Last edited: Jan 25, 2013
  17. FromPA

    FromPA Senior Member

    Philadelphia area
    USA English
    First you link me to all those artsy Englishmen of questionable sexual orientation, and then you refer to me as "she"? You're giving me a complex.
  18. Cenzontle

    Cenzontle Senior Member

    English, U.S.
    To your question, alaitz, it does sound weird to say "Machines of which the dimensions..." or "Machines of which the size..."
    We have the resource of "whose" in cases like this, and we don't have to go back to Shakespeare to justify its use with an inanimate possessor.
    Do a websearch for "an idea whose time has come", "a thing whose", or even "machine whose", and you'll get hundreds of thousands of hits.
  19. Wandering JJ

    Wandering JJ Senior Member

    British English
    Please forgive me - it must be your monica ending in 'a'! Sorry.
  20. alaitz_82 Banned

    "Because of" and "due to" are the best choices, but I still would like to ask if the use of "by" would be right in this context?
    ("by their dimensions") Thank you again.
  21. James2000 Senior Member

    English - South Africa
    This would be my preference too.

    In those situations, it's the item owned rather than the owner that's inanimate, but inanimate owners are just fine too.
  22. Cenzontle

    Cenzontle Senior Member

    English, U.S.
    I suppose when it's a question, the interrogative "whose" implies a person.
    In other words, if someone asks "Whose garden is that?", they expect the answer to be a person or persons.
    But with the relative "whose", the possessor can be nonhuman. The following sentences seem okay to me:
    "Today I looked at a house for sale whose garden was full of roses."
    "I don't want to buy a car whose engine is dripping oil."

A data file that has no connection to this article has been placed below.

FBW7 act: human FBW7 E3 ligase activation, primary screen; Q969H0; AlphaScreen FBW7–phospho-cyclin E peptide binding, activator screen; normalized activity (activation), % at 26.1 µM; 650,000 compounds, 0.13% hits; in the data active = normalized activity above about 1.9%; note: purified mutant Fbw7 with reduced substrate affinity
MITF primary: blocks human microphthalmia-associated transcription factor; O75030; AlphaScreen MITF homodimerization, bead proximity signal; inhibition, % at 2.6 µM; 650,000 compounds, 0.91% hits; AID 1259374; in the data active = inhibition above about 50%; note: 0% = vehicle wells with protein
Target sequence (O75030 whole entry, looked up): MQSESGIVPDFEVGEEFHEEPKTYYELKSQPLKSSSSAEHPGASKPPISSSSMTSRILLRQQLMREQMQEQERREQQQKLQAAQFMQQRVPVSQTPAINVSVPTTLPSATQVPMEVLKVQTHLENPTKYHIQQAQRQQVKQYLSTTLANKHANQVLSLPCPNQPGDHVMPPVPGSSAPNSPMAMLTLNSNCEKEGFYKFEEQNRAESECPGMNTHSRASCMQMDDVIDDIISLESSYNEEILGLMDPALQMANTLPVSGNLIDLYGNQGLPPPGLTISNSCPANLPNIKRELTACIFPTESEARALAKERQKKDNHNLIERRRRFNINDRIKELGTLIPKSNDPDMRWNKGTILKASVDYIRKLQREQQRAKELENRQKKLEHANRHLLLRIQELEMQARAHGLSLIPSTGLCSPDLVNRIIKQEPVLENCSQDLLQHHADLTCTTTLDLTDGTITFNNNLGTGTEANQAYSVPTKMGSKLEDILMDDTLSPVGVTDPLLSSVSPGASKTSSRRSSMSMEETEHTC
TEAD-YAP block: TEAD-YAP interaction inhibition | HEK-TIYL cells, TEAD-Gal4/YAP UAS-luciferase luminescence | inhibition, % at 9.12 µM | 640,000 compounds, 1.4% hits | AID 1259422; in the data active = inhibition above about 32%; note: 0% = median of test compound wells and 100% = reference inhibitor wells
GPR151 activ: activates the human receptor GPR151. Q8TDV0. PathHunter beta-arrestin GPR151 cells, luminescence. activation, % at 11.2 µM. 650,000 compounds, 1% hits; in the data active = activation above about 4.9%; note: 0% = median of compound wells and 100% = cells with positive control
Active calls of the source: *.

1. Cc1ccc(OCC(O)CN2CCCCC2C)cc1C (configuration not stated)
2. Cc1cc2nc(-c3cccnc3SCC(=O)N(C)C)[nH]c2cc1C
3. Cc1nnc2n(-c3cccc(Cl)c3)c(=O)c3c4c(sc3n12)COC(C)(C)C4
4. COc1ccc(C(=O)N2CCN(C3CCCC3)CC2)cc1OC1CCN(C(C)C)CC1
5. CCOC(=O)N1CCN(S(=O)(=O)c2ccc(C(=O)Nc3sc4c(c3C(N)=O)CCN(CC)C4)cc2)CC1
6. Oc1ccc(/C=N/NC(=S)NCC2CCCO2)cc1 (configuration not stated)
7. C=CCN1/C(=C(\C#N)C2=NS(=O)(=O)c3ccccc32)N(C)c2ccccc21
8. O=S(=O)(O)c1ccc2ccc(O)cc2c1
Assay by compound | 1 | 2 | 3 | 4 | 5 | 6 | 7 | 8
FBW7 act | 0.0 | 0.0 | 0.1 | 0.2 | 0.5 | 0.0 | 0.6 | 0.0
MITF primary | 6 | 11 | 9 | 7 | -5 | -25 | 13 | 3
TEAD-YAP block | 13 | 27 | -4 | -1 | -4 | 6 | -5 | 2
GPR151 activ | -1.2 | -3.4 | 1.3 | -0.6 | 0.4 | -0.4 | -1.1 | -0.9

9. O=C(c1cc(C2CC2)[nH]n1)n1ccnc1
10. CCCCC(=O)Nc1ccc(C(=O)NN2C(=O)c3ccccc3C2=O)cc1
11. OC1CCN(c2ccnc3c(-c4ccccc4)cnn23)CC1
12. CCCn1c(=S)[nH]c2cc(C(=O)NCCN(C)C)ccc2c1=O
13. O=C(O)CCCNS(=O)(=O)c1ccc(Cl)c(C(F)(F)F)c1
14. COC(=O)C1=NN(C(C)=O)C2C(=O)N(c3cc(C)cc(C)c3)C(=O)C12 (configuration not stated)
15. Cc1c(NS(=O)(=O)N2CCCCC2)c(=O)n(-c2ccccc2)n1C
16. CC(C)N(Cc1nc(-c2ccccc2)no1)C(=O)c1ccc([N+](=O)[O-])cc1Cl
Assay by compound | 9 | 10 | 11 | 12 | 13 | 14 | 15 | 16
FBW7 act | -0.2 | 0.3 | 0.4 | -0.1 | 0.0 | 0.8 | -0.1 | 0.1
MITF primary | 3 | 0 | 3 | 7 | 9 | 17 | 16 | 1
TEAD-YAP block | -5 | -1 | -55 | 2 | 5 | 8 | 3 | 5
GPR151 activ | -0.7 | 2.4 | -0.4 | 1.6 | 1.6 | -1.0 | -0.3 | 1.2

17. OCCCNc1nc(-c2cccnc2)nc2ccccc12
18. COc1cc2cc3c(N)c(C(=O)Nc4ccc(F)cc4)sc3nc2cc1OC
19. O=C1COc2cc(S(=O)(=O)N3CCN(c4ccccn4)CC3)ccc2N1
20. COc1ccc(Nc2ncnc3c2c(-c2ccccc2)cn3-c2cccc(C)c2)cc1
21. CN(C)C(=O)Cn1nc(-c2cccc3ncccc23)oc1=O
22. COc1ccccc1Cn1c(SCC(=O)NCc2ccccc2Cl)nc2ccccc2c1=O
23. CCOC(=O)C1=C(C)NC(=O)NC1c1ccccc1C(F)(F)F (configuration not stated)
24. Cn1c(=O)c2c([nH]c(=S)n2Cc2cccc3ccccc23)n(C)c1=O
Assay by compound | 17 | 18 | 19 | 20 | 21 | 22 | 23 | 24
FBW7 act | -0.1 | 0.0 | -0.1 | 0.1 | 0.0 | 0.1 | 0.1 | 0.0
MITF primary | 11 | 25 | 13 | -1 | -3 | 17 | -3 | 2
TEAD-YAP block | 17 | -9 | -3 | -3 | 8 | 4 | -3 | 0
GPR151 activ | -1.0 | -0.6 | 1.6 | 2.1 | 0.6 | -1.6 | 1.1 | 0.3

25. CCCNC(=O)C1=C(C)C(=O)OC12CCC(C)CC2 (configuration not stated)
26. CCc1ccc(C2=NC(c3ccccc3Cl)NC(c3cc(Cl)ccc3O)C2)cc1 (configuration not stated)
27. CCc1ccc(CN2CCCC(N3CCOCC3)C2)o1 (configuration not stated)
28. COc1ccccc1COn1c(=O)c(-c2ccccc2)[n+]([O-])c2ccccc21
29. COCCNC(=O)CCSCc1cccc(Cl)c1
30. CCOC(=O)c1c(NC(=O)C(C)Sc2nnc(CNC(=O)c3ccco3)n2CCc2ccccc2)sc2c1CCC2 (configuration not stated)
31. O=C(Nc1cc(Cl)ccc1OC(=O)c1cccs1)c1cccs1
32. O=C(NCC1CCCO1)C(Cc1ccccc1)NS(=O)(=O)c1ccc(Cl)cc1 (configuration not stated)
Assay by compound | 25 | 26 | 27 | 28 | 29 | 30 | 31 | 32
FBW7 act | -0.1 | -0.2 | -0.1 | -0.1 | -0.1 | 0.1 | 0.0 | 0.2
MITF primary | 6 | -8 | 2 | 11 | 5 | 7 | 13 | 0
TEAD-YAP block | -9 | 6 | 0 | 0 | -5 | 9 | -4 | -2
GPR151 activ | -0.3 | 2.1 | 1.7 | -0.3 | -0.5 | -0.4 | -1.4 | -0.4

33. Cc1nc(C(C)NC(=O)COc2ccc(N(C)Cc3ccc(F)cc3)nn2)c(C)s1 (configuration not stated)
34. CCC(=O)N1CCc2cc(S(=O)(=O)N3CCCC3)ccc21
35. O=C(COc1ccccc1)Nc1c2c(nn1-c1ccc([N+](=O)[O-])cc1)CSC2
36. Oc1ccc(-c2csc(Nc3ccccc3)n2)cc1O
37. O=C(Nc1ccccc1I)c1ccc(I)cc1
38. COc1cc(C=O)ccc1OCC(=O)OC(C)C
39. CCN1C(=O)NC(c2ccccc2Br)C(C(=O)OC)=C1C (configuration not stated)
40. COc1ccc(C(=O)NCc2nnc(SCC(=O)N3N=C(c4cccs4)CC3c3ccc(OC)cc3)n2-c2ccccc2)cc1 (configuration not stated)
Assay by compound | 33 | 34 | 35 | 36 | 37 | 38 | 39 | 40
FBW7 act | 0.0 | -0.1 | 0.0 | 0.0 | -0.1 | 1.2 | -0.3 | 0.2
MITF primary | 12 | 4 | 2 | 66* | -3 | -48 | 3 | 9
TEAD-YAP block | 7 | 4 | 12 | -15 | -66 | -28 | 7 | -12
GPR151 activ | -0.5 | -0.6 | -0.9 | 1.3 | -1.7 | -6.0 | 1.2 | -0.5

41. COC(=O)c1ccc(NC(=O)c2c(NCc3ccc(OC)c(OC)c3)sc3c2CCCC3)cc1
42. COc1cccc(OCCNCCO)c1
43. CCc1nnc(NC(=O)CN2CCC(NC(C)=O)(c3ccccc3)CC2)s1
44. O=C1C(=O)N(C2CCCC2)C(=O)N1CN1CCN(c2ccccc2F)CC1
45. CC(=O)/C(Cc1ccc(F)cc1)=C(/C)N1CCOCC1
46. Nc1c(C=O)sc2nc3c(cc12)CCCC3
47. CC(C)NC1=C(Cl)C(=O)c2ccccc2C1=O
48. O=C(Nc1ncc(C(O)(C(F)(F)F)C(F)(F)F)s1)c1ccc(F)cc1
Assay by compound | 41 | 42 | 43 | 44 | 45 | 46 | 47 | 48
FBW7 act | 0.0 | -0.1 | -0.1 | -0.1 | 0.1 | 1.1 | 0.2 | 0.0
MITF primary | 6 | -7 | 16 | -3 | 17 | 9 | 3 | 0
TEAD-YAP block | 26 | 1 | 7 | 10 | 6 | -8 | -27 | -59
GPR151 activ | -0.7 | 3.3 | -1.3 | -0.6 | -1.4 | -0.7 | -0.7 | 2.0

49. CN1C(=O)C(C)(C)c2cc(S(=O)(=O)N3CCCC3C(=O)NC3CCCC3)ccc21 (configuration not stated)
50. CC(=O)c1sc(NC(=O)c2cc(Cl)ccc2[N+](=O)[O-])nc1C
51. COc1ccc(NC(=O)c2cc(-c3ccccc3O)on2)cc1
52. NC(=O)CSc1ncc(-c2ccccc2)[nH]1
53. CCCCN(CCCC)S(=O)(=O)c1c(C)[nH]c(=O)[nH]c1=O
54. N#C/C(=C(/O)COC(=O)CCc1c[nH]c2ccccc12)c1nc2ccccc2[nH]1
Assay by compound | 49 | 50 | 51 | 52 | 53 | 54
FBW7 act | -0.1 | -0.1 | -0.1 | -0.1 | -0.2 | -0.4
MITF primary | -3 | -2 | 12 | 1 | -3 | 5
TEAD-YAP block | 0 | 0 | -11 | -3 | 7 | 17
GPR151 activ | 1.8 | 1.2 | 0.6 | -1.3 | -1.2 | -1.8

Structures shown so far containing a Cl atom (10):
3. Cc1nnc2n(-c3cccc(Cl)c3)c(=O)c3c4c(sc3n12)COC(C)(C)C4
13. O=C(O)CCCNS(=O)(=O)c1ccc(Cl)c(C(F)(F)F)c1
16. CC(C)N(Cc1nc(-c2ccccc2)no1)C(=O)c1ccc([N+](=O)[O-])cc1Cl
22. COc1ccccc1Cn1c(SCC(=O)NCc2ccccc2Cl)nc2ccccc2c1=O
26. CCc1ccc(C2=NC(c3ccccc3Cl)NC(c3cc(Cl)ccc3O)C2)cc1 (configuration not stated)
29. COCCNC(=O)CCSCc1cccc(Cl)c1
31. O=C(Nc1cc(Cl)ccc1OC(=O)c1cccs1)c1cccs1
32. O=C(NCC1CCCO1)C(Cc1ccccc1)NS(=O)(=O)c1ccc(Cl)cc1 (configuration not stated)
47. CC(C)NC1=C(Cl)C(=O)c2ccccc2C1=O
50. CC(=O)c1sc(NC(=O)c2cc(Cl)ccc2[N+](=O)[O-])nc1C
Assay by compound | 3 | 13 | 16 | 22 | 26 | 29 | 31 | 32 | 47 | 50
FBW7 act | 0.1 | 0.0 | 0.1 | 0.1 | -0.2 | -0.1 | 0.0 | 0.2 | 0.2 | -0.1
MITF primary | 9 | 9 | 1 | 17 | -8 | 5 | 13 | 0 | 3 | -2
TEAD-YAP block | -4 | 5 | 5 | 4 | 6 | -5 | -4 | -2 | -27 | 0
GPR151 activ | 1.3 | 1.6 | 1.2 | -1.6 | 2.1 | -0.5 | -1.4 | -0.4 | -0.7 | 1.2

23. alaitz_82 Banned

    Thank you!
  24. alaitz_82 Banned

    More context:

    - "Los equipos que por su dimensión lo permitan, además del código de identificación, deberán llevar una etiqueta en la que conste la siguiente información:"

    --> Machines that _______ their seize allow it, in addition to the identification code, will have to bring a label in which the following information is content:"

    - "Aquellos equipos singulares que por sus características sean inconfundibles, podrán ser referenciados exclusivamente con la denominación asignada para ellos por la Empresa que los haya fabricado."

    --> "Those particular machines that have unmistakable features could exclusively be called with the reference name that the company which manufactured gave it."

    Better to use "Dimension" or "size"?. Thank you.
  25. Cenzontle

    Cenzontle Senior Member

    English, U.S.
    "Dimensions", in the plural, sometimes serves as a dignified synonym of "size".
    Maybe "Machines that, thanks to their size, allow it..."
  26. alaitz_82 Banned

    Then "dimensions" in the plural works the same way than in Spanish.
    "Thanks to" is other option to use.

    "Thanks to... Cenzontle!!! ;) :thumbsup: